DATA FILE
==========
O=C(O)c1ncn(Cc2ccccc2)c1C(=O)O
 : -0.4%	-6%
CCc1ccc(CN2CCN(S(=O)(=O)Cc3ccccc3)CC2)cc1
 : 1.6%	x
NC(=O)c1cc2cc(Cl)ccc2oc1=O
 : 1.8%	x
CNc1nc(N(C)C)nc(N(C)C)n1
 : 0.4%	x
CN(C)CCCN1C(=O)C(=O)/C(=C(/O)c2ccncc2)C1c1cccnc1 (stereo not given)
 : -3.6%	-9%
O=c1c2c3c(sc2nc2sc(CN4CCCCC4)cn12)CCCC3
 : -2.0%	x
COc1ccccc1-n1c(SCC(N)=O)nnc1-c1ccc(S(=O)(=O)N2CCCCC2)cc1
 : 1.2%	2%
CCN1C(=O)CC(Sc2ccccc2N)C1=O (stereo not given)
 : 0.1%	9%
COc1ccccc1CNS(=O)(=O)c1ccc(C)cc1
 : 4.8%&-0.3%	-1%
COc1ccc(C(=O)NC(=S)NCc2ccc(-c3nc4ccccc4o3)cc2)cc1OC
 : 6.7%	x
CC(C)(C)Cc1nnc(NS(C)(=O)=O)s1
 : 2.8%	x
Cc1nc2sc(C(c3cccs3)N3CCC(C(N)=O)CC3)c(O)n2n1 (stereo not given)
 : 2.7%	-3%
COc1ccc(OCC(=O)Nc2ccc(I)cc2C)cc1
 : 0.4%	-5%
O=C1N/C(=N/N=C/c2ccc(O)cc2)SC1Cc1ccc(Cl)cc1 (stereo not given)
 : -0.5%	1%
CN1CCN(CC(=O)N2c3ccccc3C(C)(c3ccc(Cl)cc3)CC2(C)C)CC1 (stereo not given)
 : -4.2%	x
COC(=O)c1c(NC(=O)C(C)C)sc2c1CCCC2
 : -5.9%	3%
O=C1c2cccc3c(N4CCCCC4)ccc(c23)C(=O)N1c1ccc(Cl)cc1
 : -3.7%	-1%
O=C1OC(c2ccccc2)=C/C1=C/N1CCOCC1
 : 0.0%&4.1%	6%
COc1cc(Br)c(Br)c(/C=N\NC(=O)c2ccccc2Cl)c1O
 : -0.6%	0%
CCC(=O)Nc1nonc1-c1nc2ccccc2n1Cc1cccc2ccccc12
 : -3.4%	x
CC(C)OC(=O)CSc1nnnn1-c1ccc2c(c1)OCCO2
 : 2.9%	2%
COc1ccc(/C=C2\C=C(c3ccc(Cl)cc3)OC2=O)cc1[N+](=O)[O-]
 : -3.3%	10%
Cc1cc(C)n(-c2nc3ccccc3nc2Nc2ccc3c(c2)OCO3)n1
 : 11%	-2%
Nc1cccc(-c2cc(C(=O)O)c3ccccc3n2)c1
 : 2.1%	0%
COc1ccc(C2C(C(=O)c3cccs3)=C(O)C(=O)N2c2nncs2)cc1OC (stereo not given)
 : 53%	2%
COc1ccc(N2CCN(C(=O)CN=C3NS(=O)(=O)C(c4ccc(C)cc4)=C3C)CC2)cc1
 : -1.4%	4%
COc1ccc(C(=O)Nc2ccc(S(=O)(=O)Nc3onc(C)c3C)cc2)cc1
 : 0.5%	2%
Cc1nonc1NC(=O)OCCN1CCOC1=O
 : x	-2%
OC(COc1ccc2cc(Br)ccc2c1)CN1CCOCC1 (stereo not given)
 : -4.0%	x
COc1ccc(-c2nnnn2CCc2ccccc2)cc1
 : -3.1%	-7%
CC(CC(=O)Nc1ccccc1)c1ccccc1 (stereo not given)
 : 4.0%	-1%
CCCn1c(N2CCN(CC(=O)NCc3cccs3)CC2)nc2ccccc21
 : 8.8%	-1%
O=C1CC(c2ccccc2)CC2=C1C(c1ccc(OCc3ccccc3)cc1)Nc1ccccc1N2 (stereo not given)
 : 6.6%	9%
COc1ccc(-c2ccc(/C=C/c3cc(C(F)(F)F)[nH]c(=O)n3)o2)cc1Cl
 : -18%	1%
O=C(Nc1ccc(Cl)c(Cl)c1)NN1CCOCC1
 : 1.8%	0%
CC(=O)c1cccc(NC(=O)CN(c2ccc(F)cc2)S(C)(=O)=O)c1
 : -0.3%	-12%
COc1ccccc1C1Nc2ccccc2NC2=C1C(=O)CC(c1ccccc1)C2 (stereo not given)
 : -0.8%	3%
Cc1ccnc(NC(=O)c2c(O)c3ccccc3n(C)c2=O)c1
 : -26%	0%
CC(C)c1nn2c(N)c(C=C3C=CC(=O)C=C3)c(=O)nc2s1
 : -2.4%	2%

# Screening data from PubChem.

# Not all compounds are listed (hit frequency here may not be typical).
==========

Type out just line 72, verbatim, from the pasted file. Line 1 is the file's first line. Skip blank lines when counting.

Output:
 : -0.3%	-12%